Updated: Oct 30, 2018
When all the research is done and your business plan wouldn’t be completely laughed out of Dragon’s Den and you can’t waste anymore time reading ‘How to run a Business for Morons’, it’s time to get going. We registered Lanther Black as a limited company in December and never have I felt more like a seven year old masquerading as an adult. I am the director of a company. More to the point, Jack is the director of a company. Jack got stuck between the desk and the wall yesterday trying to unplug the printer. Instead of helping, I stood pointing and laughing and sent pictures to everyone we know. What the fuck have we done?
But today, shit really got real. Our stock arrived. Millions and millions of boxes of cards landed on our doorstep like a newborn baby - you know it’s coming but now it’s here you have no idea what to do with it. Actually, that’s not a bad analogy. Starting a business is very much like parenthood. When our little bundles of cards first arrived, we were beside ourselves with excitement. We did this! We created it and grew it. Half of Jack, half of me. And now it’s in our house and it’s beautiful and it’s remarkable and we’re so proud. We embrace and maybe shed a little tear and then one of us remarks that it’s a little bigger than we expected but that’s okay, we can totally handle this but then slowly the doubt creeps in and the panic starts to course through our veins, stronger, stronger until OH MY FUCKING GOD WE’VE GOT TO SELL THIS!!!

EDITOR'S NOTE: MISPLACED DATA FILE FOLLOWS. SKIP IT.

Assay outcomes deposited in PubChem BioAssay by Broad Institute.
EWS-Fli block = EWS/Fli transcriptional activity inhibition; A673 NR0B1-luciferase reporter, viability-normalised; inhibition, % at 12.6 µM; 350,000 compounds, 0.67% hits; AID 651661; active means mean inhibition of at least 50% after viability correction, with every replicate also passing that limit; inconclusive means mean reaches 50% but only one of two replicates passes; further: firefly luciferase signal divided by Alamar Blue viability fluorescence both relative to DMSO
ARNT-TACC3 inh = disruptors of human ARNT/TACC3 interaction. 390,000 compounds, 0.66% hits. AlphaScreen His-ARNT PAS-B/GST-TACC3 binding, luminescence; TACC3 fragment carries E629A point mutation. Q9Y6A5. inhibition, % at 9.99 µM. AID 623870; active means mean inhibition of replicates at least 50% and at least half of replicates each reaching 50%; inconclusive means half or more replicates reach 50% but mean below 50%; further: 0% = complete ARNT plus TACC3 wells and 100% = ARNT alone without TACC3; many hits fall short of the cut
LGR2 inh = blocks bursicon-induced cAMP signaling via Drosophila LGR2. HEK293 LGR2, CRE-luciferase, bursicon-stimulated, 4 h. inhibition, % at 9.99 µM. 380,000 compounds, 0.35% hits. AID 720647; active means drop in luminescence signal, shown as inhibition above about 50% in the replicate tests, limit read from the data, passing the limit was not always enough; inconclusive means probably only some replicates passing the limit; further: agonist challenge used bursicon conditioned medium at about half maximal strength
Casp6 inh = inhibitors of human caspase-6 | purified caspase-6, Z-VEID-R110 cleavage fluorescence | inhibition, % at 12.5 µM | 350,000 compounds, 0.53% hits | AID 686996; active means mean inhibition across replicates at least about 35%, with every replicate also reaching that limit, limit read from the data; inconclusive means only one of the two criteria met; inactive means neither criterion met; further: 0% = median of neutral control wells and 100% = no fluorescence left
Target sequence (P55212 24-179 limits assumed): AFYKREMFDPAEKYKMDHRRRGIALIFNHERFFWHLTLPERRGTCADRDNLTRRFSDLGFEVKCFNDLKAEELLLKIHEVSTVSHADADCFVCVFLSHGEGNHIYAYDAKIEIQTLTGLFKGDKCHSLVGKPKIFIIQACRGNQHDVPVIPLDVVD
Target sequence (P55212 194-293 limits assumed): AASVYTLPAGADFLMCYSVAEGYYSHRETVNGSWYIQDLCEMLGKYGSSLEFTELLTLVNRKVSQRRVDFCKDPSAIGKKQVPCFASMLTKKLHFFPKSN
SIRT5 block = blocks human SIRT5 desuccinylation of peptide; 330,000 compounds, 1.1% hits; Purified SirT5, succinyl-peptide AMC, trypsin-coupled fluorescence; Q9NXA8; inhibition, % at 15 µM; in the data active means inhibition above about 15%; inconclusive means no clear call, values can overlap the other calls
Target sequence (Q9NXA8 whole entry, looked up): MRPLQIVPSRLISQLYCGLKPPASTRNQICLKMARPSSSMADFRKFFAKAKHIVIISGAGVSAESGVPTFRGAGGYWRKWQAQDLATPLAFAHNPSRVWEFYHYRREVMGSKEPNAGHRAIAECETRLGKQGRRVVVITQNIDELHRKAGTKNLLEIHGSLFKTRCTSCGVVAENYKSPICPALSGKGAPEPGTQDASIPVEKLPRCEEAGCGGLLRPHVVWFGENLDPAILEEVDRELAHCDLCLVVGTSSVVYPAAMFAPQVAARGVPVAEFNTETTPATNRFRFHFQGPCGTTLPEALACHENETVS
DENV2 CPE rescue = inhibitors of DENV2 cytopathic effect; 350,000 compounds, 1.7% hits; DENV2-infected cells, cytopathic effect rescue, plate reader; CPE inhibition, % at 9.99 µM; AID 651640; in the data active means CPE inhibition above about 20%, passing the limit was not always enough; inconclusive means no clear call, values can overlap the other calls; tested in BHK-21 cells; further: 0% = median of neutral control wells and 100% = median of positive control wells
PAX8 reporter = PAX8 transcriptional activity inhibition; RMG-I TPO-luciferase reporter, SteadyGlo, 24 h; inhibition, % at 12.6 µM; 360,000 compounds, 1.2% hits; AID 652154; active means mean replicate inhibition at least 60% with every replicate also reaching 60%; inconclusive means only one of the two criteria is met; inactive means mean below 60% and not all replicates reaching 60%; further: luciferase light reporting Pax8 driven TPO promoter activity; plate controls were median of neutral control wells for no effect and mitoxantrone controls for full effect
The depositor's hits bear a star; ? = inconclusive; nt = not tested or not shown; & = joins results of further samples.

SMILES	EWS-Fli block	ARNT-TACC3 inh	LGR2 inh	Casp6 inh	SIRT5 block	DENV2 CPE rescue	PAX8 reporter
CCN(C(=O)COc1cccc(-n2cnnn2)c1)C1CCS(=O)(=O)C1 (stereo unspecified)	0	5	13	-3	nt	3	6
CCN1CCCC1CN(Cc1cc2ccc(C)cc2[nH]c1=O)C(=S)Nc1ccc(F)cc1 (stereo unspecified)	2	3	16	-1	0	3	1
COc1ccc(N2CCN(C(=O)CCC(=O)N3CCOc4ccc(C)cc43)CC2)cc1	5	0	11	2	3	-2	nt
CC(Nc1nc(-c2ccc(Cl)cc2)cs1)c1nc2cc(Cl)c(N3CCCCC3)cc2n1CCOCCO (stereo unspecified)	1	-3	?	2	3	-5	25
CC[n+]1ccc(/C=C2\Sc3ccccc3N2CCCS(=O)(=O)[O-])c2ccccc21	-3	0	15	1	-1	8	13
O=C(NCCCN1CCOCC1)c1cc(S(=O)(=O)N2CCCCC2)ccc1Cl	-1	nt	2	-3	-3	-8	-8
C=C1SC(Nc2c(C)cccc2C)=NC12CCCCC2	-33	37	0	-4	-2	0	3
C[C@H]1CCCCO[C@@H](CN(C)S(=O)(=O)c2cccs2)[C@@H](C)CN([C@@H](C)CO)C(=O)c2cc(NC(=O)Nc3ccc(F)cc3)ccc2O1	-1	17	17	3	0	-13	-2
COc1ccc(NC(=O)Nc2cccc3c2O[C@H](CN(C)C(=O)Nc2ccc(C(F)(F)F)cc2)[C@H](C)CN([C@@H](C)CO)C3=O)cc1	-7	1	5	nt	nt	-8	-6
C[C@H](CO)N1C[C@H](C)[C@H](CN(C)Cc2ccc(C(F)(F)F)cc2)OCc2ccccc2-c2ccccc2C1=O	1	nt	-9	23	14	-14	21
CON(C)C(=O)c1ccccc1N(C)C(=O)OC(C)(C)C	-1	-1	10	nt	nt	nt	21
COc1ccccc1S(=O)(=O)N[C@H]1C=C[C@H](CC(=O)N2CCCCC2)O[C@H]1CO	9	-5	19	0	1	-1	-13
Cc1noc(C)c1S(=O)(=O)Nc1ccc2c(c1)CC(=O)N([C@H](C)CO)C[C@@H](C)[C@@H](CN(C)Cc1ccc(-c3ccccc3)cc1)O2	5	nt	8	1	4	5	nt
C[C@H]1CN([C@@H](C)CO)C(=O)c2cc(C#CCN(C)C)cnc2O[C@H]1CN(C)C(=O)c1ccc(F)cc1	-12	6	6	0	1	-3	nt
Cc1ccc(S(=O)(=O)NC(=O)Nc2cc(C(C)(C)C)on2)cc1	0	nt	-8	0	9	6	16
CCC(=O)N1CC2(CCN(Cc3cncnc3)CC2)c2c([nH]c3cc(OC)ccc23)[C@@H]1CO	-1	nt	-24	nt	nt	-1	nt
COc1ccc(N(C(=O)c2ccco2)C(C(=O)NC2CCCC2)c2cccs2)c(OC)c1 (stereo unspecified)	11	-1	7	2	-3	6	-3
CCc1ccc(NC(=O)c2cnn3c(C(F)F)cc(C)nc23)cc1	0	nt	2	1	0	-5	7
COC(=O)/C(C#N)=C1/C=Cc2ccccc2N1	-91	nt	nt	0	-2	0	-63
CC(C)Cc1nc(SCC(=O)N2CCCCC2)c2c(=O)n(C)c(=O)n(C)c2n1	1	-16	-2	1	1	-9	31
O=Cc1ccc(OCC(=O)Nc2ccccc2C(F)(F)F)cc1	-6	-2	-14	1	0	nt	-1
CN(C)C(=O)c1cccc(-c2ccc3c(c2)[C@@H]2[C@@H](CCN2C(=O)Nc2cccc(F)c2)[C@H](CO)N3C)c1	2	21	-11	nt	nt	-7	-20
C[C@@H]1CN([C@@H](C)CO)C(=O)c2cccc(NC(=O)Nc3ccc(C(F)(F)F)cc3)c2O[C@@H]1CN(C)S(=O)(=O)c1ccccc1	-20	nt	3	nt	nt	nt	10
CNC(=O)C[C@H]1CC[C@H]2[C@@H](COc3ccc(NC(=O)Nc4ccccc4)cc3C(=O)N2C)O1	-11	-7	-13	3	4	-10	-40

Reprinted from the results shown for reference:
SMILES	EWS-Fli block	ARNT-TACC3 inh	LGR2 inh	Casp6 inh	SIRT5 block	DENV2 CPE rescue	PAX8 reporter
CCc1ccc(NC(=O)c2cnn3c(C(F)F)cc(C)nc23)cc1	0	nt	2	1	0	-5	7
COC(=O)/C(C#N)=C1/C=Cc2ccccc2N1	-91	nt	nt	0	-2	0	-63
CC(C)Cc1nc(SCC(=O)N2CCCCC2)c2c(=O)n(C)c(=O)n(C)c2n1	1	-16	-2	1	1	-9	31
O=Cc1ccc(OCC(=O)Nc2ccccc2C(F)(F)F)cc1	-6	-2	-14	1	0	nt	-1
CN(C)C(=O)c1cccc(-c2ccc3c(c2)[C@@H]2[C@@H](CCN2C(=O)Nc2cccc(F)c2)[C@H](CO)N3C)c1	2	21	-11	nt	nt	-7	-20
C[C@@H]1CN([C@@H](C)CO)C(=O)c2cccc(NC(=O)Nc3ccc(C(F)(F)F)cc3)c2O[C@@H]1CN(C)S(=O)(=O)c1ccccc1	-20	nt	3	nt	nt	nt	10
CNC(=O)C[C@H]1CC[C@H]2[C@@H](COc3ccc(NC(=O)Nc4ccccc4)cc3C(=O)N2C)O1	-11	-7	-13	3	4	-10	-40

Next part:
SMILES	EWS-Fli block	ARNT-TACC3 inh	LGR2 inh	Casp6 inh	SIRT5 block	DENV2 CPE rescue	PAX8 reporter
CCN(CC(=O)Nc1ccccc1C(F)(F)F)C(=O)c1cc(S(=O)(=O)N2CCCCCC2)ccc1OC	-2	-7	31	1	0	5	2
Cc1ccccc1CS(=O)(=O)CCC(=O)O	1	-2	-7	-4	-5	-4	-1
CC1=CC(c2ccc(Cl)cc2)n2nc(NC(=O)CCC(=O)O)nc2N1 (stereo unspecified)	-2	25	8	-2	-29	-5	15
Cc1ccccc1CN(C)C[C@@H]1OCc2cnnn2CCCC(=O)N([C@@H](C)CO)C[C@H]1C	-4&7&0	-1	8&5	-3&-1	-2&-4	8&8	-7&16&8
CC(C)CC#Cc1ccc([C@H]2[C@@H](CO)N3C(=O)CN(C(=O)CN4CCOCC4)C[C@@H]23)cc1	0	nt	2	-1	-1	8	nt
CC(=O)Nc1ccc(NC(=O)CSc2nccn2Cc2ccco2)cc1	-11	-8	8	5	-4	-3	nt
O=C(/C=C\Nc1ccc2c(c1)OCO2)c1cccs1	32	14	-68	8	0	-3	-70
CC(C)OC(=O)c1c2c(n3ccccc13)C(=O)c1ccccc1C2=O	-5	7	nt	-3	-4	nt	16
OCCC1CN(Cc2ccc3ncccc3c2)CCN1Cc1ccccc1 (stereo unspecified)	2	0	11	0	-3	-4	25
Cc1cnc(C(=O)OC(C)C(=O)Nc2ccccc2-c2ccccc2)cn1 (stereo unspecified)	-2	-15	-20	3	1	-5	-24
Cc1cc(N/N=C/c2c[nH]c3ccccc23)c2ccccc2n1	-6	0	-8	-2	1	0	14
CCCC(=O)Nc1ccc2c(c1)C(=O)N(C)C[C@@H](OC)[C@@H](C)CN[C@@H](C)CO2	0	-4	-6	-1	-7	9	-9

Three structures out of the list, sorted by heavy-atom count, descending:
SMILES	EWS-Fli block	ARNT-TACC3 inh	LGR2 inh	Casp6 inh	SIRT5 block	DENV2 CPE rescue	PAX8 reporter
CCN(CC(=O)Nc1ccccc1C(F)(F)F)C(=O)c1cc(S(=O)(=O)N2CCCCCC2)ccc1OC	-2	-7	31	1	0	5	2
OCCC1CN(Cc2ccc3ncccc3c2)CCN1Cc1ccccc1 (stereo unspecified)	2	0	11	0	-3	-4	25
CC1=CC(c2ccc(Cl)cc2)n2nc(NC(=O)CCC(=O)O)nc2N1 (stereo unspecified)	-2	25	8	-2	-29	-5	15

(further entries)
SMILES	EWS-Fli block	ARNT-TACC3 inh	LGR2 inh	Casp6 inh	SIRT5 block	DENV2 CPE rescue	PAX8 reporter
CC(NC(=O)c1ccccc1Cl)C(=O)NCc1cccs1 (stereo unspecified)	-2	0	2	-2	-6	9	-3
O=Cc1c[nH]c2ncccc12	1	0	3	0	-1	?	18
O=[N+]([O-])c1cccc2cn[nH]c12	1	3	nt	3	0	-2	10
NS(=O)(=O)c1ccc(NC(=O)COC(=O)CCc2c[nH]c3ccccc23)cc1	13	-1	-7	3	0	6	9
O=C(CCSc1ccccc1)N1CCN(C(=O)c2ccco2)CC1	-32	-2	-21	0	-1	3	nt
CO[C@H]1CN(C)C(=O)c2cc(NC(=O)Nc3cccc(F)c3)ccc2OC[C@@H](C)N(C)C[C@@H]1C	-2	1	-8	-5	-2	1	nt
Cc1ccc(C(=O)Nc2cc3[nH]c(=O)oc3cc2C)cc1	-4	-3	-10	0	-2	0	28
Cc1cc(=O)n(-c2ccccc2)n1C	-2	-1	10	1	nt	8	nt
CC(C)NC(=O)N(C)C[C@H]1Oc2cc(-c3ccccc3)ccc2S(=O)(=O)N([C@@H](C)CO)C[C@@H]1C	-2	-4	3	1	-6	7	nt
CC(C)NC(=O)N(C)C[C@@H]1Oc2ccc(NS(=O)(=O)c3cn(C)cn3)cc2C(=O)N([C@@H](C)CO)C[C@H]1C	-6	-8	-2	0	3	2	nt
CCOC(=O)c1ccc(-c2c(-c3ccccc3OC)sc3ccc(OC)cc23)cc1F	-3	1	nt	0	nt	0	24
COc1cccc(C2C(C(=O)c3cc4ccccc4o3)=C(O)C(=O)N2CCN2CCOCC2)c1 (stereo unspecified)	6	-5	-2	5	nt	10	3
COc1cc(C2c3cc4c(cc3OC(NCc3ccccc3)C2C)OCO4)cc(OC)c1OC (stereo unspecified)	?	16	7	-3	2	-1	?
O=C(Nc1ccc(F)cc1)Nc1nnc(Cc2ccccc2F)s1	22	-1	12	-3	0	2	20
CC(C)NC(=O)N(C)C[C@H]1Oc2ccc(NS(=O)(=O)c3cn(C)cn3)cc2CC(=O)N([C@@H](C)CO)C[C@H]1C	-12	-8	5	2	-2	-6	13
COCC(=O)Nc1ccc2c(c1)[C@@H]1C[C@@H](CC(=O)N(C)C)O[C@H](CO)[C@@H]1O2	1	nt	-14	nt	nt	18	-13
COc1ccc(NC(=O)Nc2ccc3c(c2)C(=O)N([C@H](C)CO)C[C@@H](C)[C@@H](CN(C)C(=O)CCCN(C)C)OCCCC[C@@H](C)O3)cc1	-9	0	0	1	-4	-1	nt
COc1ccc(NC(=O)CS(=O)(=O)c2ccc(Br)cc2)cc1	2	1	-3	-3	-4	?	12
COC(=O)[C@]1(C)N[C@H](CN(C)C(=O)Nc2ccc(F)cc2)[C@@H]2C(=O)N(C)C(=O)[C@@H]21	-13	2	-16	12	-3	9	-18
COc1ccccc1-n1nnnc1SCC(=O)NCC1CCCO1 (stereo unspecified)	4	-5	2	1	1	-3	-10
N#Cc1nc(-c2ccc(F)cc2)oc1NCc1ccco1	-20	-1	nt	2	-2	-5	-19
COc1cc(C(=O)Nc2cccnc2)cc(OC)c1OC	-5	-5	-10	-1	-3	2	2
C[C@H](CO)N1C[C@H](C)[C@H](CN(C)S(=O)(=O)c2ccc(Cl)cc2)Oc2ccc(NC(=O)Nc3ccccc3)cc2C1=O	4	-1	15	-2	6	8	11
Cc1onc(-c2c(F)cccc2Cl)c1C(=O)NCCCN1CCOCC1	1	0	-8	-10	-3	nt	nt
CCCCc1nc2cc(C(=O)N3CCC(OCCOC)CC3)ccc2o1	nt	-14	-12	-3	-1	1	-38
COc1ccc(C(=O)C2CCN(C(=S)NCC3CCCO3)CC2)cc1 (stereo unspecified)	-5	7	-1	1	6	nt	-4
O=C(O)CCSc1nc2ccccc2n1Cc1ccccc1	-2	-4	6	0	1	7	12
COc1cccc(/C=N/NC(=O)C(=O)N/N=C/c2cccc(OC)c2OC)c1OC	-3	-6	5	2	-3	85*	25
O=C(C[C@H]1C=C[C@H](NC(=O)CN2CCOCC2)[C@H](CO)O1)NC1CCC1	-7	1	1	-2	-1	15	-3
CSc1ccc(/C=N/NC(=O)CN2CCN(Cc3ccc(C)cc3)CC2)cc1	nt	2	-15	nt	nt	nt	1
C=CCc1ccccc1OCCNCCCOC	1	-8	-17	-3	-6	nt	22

And that’s what we’re dealing with now. As I write this, I am hidden, trembling, in a fort that I’ve made out of the boxes. Jack is trying to coax me out with a Mars bar but it won’t work. The weight of all of these cards is sat squarely on our shoulders and it won’t lift until we figure out a way to shift them. We need a plan. An evil genius sort of plan. What would Voldemort do? (I’ve instantly regretted my choice of evil genius, Voldemort can’t possibly help us here. Unless we’re planning to run away and hide out in Albania.)
I’m feeling completely conflicted. One half of me, let’s call her Optinique, has complete confidence in our work. Our cards are great, people are going to love them. We’ve put a lot of time and effort into this and it will pay off. The other half of me, Pessinique, is all like, ‘Who are you trying to fool Optinique? These cards suck. You suck. Let’s go to Albania.’ And I’m sat in the middle, wondering which way it’s going to pan out. Greeting card anyone?